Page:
Of course! With that said, if you try to run a board like this through the planer then the face being cut will be as curved as the face being referenced.

Note that this is not an exaggeration. We have all seen boards exactly like this at those stores before.

While this may be an extreme example, you get the picture. A more realistic example would be running a board that is bowed through the planer. If the bow isn’t removed beforehand, then you’ll get an equally bowed board out of the planer. If you need absolutely flat, parallel sides for glue-ups or detailed projects then you need to run boards through the planer with a flat face for reference.

With all that said I run plenty of wood through the planer without flattening the other face. Often for my projects I’m just looking to get the wood reasonably flat and smooth for finishing but having a perfectly square board really doesn’t matter.

How can I get flat, parallel faces on a board on a planer without a jointer?

Another great question!

Just like we talked about earlier with using a jointer sled on the table saw you can also use a planer sled on the, well, planer. If you have a board that is wider than your jointer or you don’t have a jointer at all but need to get a board flat and parallel then a jointer sled is your best bet.

I keep one of these around the shop myself as they really come in handy when working with wide boards that my measly little 6-inch jointer can’t handle.

A planer sled is typically made from MDF and is just a long, straight piece of wood that your board can sit on. You can then run it through the planer by attaching it with double-sided tape and shimming any wobble out of the board. The bottom of the sled will be the reference face, so the top of the board being cut should get a nice straight face.

The board can then be flipped over, and the side that was just planed becomes the reference face. Now you have a board with two nice flat and parallel. Add on a jointer sled for the table saw, and you’ll be ready to glue up your boards.

You can find a great guide to building a planer sled here.

Should You Buy a Planer or Jointer First?

I get that both jointers and planers are big, expensive machines, so buying both at the same time often isn’t an option.

Personally, I started with the planer first. I went with the DeWalt DW735 13-inch planer. This planer is pretty much ubiquitous in the woodworking world. Its a perfectly solid planer than is more than enough for most garage woodworkers.

I was able to get by for a time by either buying lumber than had been ripped with a straight face or had parallel sides. I could then run it through the planer on a planer sled and, after some cleanup on the table saw, the boards were ready to go at that point.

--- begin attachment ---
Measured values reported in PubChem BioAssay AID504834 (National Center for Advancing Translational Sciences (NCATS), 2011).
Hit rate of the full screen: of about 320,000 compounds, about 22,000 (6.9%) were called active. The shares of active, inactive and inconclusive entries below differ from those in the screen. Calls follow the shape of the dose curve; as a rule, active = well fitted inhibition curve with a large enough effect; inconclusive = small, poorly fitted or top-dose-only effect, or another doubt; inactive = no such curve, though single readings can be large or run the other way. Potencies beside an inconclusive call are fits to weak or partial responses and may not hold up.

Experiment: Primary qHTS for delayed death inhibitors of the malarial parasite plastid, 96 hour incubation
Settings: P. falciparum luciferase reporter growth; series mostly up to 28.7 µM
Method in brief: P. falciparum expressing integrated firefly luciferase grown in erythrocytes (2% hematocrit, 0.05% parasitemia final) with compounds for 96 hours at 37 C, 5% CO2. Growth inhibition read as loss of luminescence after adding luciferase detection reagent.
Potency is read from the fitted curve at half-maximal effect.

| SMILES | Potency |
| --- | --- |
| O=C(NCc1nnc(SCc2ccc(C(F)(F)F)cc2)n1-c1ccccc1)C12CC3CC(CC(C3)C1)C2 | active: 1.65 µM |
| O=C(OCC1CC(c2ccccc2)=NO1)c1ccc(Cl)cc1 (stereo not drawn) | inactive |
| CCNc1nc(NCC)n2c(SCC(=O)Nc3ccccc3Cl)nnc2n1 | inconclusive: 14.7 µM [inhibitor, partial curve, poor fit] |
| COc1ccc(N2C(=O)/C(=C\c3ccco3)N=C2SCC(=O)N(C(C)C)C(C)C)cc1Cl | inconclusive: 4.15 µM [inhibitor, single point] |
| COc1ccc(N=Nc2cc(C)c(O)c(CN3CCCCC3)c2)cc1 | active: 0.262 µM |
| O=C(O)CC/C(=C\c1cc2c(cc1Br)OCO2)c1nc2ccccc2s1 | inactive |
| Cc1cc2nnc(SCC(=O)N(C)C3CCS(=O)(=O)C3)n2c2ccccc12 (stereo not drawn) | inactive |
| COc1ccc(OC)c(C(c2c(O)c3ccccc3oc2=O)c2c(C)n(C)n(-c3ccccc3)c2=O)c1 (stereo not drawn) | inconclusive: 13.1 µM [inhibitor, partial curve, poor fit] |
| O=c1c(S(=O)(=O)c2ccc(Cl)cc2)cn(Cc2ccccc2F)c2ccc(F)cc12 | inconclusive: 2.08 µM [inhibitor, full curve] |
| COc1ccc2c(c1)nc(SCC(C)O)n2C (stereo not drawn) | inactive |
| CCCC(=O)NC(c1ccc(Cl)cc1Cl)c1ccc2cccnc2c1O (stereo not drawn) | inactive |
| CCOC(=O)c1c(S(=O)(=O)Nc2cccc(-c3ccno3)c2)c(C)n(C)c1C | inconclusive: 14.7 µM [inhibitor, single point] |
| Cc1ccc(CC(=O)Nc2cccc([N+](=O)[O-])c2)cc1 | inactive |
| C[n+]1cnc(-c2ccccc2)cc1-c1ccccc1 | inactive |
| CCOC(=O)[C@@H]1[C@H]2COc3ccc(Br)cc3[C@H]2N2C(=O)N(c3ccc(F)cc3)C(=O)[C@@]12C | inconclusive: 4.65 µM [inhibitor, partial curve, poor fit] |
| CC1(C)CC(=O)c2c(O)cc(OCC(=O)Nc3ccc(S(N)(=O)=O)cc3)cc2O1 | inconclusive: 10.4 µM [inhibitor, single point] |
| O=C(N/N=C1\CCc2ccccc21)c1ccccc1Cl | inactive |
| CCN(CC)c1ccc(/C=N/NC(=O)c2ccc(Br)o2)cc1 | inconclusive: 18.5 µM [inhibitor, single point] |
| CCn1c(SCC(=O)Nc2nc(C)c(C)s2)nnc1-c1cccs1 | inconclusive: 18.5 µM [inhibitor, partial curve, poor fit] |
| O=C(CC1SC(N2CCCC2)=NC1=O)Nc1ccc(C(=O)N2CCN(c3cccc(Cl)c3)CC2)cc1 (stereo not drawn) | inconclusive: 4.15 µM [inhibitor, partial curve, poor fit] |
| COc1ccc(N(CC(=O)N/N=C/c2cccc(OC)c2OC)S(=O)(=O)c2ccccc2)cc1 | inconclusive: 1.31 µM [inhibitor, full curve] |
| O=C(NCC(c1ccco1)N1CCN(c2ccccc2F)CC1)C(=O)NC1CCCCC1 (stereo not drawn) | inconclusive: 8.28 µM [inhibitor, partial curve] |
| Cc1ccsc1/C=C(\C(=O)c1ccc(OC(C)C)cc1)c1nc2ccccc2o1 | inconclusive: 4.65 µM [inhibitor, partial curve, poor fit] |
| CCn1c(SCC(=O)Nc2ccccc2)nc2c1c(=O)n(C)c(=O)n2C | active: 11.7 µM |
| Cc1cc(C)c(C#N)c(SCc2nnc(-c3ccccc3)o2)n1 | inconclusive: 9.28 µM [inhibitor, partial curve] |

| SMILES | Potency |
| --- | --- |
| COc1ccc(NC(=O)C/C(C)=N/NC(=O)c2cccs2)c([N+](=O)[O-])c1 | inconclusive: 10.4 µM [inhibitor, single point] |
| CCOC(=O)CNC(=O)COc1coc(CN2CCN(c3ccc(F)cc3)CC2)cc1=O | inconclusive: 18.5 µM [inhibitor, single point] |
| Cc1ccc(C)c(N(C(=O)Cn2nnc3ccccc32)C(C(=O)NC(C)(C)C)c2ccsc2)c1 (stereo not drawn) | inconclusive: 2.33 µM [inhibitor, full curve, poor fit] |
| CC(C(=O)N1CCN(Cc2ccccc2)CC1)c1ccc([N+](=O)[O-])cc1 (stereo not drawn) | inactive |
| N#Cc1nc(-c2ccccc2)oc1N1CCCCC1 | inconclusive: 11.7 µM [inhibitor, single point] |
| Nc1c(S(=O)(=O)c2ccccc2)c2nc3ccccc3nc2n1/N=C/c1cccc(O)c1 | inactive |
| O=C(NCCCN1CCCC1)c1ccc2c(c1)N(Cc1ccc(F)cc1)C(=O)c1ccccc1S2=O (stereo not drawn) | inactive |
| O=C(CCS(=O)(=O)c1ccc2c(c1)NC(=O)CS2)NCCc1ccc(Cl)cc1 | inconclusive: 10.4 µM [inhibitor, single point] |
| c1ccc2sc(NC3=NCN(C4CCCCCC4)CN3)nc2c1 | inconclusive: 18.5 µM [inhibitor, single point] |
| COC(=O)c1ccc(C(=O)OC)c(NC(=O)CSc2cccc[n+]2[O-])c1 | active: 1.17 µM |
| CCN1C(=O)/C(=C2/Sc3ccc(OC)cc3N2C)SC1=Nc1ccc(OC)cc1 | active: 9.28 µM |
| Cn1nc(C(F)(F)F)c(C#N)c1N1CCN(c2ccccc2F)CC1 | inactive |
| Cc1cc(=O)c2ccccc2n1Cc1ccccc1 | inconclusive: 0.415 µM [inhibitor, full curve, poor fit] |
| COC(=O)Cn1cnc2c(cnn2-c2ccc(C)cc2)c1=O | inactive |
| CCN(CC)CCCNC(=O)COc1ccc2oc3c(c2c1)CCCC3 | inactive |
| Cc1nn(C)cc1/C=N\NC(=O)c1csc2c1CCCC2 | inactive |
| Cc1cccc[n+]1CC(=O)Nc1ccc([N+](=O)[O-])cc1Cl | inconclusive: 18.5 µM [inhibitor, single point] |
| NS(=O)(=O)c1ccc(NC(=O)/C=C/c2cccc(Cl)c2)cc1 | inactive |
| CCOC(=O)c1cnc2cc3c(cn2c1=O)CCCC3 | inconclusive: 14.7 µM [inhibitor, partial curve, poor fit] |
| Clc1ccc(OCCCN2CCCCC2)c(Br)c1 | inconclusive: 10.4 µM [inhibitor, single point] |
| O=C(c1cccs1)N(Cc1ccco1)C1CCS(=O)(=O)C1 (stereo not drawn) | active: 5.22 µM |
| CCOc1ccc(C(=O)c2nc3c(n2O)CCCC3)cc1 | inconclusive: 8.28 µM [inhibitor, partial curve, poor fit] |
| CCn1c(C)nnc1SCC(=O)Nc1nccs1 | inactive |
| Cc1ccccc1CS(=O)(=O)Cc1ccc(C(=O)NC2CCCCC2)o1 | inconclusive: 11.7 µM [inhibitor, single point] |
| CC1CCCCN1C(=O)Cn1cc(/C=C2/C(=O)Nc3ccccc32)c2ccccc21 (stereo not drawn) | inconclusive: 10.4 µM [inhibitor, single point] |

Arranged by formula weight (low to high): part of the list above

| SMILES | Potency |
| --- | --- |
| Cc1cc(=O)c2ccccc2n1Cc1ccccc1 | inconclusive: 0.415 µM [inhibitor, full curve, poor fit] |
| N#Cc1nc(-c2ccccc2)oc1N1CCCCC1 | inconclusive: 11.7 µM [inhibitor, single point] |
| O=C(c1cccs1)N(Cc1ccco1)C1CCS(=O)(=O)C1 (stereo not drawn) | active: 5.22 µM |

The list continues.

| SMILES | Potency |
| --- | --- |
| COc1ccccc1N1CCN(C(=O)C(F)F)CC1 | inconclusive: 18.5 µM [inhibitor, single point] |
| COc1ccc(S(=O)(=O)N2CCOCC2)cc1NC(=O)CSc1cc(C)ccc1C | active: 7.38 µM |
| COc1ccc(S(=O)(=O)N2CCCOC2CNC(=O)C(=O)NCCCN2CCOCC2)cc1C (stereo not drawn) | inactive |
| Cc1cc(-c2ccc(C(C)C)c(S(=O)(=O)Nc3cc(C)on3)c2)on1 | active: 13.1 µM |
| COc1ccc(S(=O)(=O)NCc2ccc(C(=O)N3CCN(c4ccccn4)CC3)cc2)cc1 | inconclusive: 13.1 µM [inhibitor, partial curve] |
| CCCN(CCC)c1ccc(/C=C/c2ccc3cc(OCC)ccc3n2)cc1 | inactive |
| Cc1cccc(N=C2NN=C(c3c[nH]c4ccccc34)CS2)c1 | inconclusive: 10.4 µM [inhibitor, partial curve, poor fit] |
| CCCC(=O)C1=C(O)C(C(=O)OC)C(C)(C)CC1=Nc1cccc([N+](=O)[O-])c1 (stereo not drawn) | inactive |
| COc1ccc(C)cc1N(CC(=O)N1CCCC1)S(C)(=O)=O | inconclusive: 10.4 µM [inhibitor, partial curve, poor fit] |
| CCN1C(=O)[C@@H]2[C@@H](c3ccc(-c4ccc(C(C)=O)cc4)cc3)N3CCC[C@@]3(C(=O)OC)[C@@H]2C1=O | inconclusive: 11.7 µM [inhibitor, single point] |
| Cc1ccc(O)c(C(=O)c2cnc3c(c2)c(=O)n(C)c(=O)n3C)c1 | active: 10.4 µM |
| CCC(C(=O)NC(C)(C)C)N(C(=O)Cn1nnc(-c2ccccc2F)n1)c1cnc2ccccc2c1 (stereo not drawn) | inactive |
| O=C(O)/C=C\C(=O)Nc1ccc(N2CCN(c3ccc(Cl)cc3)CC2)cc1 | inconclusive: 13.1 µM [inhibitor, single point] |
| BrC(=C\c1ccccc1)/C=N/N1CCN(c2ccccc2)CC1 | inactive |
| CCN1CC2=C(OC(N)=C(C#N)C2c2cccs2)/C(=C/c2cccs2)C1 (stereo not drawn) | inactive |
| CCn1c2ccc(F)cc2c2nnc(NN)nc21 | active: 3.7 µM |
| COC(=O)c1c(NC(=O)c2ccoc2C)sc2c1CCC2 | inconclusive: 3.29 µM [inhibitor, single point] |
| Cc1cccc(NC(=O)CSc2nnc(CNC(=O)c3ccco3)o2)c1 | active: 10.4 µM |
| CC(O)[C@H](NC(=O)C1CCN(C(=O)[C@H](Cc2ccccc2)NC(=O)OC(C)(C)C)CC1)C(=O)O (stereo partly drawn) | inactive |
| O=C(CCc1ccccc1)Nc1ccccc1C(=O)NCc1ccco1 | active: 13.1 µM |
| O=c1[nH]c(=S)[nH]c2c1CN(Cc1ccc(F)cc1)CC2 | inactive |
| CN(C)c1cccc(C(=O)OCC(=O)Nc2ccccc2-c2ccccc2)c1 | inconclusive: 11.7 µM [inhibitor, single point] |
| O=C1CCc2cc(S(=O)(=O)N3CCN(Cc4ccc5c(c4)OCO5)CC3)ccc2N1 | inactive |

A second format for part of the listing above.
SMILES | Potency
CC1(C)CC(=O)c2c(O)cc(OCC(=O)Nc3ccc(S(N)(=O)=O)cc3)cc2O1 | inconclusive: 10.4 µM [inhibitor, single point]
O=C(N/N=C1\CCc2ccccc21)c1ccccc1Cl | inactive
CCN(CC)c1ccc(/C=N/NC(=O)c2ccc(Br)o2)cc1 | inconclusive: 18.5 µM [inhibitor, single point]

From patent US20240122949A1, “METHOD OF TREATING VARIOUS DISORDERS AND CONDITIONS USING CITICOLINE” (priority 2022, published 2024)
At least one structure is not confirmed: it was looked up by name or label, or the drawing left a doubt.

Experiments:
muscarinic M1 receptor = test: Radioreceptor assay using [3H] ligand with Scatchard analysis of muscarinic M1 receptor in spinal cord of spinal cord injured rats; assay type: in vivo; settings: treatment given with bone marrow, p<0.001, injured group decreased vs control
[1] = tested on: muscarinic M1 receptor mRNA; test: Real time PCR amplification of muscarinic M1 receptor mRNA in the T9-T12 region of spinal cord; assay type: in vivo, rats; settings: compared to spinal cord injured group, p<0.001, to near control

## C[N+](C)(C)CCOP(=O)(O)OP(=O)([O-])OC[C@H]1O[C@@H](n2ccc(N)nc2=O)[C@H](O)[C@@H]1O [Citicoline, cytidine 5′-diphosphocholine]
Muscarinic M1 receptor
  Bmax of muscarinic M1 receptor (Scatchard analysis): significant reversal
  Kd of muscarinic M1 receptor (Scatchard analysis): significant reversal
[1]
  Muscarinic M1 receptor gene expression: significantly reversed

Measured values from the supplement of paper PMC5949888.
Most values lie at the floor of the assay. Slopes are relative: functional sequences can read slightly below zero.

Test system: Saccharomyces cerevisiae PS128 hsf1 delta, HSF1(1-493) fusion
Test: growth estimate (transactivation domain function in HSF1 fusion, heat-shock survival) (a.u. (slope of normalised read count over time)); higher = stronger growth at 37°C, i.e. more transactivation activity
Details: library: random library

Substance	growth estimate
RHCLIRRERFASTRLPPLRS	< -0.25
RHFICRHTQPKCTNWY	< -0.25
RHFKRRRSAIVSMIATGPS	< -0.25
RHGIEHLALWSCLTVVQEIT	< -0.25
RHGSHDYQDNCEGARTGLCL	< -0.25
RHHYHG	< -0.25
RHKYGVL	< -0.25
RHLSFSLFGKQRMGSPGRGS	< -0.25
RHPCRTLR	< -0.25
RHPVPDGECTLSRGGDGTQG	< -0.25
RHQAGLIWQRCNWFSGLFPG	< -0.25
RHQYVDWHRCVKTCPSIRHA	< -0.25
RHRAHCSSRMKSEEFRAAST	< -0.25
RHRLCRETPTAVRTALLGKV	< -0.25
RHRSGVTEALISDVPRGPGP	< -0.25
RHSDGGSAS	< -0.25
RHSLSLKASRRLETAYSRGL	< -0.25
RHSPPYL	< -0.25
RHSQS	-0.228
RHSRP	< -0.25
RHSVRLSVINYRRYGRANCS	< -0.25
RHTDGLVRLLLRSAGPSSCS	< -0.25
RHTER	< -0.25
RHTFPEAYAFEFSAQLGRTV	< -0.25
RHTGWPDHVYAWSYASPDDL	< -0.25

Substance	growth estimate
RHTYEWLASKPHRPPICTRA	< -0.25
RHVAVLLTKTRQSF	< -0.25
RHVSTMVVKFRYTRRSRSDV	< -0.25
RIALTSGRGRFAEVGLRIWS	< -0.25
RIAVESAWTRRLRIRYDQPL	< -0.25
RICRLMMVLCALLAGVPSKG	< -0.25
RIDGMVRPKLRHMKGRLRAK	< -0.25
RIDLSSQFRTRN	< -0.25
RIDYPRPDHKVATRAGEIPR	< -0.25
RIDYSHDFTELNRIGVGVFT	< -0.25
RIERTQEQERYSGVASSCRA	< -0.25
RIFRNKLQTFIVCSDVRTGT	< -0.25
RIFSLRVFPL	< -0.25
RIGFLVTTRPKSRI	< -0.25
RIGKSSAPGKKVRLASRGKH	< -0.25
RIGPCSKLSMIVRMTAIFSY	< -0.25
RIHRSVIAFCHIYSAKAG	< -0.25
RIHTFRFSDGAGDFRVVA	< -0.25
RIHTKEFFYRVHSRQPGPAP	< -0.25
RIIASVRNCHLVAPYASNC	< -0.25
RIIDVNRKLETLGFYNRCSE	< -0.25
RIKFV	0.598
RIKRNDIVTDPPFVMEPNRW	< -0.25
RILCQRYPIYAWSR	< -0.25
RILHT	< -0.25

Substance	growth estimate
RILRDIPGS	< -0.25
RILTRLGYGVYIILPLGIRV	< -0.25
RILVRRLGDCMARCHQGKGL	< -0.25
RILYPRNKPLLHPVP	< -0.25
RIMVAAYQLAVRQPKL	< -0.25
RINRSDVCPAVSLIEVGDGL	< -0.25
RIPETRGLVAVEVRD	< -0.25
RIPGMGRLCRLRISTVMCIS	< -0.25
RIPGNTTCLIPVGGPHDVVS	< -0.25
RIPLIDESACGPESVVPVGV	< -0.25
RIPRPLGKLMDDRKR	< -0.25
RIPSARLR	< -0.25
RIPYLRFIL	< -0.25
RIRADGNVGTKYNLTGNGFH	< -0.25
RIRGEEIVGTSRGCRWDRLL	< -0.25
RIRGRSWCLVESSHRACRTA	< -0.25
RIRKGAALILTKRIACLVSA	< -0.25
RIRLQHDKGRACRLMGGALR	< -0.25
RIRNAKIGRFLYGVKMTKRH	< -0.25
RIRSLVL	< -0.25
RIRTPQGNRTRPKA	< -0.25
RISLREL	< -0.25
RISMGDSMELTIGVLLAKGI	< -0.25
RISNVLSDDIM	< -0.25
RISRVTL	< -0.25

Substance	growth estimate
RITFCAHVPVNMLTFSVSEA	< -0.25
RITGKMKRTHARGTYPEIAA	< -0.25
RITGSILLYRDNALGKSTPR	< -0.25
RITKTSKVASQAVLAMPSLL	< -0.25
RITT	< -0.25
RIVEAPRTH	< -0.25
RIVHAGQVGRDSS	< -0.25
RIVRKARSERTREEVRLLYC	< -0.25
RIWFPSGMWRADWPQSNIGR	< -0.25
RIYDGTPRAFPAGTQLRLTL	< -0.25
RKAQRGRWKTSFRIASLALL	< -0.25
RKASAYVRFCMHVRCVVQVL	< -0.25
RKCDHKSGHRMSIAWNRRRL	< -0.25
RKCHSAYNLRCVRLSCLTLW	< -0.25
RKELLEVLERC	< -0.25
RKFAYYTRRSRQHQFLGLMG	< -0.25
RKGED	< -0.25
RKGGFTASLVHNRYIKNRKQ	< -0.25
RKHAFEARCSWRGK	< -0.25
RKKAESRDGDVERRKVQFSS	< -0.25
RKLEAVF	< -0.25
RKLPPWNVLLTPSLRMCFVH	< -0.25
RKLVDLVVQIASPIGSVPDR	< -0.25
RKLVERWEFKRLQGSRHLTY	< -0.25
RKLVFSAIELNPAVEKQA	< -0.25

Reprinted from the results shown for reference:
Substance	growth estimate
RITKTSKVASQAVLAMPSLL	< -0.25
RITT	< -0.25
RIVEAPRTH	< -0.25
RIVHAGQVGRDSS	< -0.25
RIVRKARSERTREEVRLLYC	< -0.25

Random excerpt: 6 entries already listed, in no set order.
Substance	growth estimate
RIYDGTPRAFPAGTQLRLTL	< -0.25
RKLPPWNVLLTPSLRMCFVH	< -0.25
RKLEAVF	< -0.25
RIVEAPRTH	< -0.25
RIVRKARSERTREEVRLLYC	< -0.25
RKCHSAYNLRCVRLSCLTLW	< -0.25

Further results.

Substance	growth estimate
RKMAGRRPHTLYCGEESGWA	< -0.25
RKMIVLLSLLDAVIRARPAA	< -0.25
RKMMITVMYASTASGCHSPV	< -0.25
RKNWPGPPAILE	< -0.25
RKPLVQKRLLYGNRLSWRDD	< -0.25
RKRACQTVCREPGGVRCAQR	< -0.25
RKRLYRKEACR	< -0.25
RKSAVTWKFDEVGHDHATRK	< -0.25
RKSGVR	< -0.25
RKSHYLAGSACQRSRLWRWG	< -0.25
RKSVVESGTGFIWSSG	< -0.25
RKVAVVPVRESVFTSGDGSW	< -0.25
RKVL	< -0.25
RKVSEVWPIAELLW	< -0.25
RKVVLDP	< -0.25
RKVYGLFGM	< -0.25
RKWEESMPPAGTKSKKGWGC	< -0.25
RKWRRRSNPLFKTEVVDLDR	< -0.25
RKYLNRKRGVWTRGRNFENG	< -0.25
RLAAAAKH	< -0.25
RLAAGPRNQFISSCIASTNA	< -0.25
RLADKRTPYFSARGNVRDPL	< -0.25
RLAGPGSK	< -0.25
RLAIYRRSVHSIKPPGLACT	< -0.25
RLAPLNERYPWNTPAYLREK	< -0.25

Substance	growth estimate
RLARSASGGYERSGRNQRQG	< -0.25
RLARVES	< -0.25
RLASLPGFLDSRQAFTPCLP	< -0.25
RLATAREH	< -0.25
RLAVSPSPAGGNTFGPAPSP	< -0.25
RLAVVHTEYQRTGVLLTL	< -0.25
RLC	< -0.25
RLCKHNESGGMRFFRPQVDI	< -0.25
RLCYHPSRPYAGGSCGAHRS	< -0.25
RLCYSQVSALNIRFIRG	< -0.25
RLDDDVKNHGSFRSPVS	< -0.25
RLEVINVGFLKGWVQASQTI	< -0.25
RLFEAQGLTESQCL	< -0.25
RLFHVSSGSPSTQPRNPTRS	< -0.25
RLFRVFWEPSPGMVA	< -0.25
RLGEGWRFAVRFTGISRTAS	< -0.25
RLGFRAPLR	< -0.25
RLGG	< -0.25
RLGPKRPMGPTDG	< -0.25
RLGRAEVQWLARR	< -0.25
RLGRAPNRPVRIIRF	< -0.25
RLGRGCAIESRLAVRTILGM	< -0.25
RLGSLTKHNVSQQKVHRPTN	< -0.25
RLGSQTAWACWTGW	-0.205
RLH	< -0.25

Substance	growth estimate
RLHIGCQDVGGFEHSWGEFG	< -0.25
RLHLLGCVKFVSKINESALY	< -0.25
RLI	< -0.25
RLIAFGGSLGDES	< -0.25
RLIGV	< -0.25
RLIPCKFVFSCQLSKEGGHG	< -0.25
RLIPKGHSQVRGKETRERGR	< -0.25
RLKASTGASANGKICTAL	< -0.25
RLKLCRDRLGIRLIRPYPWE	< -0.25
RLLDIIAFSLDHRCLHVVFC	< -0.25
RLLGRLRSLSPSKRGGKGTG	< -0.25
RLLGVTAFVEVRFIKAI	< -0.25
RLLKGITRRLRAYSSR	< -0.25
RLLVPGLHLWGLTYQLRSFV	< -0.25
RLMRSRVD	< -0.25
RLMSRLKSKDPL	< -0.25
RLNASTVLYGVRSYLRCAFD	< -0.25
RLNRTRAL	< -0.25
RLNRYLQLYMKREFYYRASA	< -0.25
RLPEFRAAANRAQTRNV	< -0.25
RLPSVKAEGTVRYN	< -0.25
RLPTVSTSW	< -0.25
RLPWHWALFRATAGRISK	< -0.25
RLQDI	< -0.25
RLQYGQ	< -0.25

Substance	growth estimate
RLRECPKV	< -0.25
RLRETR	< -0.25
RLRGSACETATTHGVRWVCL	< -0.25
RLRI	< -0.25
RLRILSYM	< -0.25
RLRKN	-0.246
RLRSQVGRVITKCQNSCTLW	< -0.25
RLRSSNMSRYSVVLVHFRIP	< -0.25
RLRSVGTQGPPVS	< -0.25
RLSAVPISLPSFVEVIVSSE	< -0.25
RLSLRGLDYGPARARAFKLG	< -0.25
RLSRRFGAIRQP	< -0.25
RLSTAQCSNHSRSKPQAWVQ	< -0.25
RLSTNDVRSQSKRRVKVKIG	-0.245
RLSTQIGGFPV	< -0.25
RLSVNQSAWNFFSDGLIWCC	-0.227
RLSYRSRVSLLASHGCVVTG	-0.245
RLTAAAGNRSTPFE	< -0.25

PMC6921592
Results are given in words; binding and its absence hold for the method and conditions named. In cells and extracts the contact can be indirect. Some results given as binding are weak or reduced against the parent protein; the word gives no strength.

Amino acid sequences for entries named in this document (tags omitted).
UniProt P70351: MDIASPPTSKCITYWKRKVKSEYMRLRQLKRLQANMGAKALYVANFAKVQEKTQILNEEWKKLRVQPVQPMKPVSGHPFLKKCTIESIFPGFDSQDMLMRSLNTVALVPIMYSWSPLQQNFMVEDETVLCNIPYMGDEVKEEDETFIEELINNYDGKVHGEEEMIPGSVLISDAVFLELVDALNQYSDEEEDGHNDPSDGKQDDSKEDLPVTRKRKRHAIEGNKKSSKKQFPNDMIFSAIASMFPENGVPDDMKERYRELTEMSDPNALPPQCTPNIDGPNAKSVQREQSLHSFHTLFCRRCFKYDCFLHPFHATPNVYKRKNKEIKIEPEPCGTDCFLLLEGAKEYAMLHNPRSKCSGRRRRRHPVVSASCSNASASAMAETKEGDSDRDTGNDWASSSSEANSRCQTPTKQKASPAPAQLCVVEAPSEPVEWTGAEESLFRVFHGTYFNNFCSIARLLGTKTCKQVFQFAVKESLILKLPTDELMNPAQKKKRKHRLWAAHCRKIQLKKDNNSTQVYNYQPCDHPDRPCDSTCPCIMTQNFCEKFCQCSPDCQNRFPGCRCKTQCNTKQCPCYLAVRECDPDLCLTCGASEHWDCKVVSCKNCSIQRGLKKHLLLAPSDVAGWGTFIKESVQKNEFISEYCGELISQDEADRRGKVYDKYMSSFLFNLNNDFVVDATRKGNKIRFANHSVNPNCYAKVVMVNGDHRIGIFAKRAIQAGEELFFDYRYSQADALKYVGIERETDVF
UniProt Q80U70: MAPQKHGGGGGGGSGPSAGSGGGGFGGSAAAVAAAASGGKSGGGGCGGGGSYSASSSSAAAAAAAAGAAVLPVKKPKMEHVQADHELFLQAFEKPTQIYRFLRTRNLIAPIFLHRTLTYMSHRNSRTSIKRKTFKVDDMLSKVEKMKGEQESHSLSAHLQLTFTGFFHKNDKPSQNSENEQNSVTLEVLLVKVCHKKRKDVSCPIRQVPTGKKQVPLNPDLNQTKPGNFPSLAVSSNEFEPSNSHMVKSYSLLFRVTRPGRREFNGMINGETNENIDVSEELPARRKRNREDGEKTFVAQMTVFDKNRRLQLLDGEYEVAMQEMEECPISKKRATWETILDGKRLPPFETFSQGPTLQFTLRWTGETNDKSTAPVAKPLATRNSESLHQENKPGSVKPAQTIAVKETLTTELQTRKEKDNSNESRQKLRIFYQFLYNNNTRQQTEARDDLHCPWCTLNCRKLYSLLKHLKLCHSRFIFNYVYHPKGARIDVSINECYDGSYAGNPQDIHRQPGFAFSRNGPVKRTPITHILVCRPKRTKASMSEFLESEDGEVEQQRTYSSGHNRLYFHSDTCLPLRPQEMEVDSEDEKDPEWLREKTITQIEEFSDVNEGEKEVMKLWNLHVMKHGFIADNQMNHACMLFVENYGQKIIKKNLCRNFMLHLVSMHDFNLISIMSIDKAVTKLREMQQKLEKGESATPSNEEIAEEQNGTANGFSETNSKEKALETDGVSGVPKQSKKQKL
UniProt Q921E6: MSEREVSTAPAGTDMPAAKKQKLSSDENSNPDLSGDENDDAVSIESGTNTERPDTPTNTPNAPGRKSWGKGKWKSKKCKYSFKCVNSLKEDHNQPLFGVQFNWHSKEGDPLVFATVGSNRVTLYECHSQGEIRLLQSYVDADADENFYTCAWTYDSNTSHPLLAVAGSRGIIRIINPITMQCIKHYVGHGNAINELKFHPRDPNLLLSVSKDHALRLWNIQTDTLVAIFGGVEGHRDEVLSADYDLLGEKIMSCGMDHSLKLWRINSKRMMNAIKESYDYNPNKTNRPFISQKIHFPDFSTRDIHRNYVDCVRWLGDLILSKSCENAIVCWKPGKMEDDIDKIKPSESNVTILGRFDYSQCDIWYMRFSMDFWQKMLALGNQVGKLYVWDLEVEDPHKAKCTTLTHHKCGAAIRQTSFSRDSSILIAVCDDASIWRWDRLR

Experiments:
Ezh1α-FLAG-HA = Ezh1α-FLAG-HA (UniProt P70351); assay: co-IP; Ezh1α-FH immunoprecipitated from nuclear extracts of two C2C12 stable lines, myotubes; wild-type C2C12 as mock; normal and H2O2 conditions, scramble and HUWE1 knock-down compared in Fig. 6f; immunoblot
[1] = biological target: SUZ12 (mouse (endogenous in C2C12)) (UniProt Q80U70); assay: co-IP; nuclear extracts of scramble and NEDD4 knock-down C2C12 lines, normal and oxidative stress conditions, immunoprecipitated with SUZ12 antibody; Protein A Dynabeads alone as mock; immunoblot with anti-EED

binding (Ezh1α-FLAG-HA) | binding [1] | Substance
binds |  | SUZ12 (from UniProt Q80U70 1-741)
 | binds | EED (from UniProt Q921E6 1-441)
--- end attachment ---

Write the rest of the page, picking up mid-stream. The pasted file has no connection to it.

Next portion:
With that said it wasn’t long after buying the planer that I added on an old used 6-inch jointer as well. This really expanded my wood processing capabilities and the options I could buy at the lumber yard.

For most woodworkers, it really comes down to the projects they are doing, but I would say it is harder to get by without a planer than without a jointer. Flattening the faces of boards without a planer means breaking out the hand planes or sanding it flat, which means you aren’t going to have a very flat board in the end!

What about a Jointer/Planer combo machine?

If, and a big if, you can afford it, then these machines are starting to become much more prevalent and dependable in the United States. In years past buying a combo jointer/planer meant either buying a many many multi-thousand dollar industrial machine or buying a pretty poorly designed machine that would not do either job all that particularly well.

There are few low-cost options in this space that, frankly, I would still avoid. But if you’re willing to extend your budget to the $3k+ range, then there are some great machines to be had that will take up a bit less room than buying both a jointer and planer.

Hammer is probably the most popular company in this space that makes these machines. Although Jet, among others, also offer these dual-purpose tools.

Final Thoughts on Choosing Between a Planer vs Jointer

Fully outfitting a power tool woodworking will eventually mean buying a jointer and a planer. If you can only buy one, for now, I would look at the projects you are working on and have upcoming and see which tool will make your life easier. Taking the time to afford the best tool you can buy will also make a huge difference. More expensive options like spiral cutterheads or additional width on the jointer or planer can make your woodworking life so much easier down the road.